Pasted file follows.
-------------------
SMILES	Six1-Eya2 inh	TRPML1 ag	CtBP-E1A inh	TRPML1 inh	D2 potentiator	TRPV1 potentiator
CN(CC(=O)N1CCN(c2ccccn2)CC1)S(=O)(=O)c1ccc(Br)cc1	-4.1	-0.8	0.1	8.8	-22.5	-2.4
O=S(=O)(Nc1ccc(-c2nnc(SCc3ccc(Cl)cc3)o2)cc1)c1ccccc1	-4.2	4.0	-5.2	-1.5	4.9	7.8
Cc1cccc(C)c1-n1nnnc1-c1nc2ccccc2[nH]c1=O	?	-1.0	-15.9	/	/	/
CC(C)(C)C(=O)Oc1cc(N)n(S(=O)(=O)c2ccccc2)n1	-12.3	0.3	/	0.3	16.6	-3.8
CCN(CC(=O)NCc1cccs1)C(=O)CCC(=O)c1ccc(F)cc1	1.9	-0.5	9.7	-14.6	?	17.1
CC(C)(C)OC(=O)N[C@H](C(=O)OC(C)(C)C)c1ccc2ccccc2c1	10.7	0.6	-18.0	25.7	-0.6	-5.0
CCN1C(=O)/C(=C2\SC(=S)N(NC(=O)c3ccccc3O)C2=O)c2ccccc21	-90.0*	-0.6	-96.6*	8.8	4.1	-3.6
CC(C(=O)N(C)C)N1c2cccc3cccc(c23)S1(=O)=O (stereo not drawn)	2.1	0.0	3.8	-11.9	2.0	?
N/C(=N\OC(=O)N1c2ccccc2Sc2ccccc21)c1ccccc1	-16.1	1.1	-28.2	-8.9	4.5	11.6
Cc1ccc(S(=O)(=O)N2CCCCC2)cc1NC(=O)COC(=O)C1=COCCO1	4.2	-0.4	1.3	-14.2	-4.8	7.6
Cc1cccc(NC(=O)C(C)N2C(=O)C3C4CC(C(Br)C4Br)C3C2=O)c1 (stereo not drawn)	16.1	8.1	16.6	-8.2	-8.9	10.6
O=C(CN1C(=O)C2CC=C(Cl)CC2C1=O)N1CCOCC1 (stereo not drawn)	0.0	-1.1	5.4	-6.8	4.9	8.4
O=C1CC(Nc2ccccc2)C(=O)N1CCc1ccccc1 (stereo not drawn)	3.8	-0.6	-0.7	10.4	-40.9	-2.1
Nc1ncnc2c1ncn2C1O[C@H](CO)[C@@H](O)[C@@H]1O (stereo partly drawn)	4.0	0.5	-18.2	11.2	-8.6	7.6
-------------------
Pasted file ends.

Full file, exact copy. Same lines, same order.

SMILES	Six1-Eya2 inh	TRPML1 ag	CtBP-E1A inh	TRPML1 inh	D2 potentiator	TRPV1 potentiator
CN(CC(=O)N1CCN(c2ccccn2)CC1)S(=O)(=O)c1ccc(Br)cc1	-4.1	-0.8	0.1	8.8	-22.5	-2.4
O=S(=O)(Nc1ccc(-c2nnc(SCc3ccc(Cl)cc3)o2)cc1)c1ccccc1	-4.2	4.0	-5.2	-1.5	4.9	7.8
Cc1cccc(C)c1-n1nnnc1-c1nc2ccccc2[nH]c1=O	?	-1.0	-15.9	/	/	/
CC(C)(C)C(=O)Oc1cc(N)n(S(=O)(=O)c2ccccc2)n1	-12.3	0.3	/	0.3	16.6	-3.8
CCN(CC(=O)NCc1cccs1)C(=O)CCC(=O)c1ccc(F)cc1	1.9	-0.5	9.7	-14.6	?	17.1
CC(C)(C)OC(=O)N[C@H](C(=O)OC(C)(C)C)c1ccc2ccccc2c1	10.7	0.6	-18.0	25.7	-0.6	-5.0
CCN1C(=O)/C(=C2\SC(=S)N(NC(=O)c3ccccc3O)C2=O)c2ccccc21	-90.0*	-0.6	-96.6*	8.8	4.1	-3.6
CC(C(=O)N(C)C)N1c2cccc3cccc(c23)S1(=O)=O (stereo not drawn)	2.1	0.0	3.8	-11.9	2.0	?
N/C(=N\OC(=O)N1c2ccccc2Sc2ccccc21)c1ccccc1	-16.1	1.1	-28.2	-8.9	4.5	11.6
Cc1ccc(S(=O)(=O)N2CCCCC2)cc1NC(=O)COC(=O)C1=COCCO1	4.2	-0.4	1.3	-14.2	-4.8	7.6
Cc1cccc(NC(=O)C(C)N2C(=O)C3C4CC(C(Br)C4Br)C3C2=O)c1 (stereo not drawn)	16.1	8.1	16.6	-8.2	-8.9	10.6
O=C(CN1C(=O)C2CC=C(Cl)CC2C1=O)N1CCOCC1 (stereo not drawn)	0.0	-1.1	5.4	-6.8	4.9	8.4
O=C1CC(Nc2ccccc2)C(=O)N1CCc1ccccc1 (stereo not drawn)	3.8	-0.6	-0.7	10.4	-40.9	-2.1
Nc1ncnc2c1ncn2C1O[C@H](CO)[C@@H](O)[C@@H]1O (stereo partly drawn)	4.0	0.5	-18.2	11.2	-8.6	7.6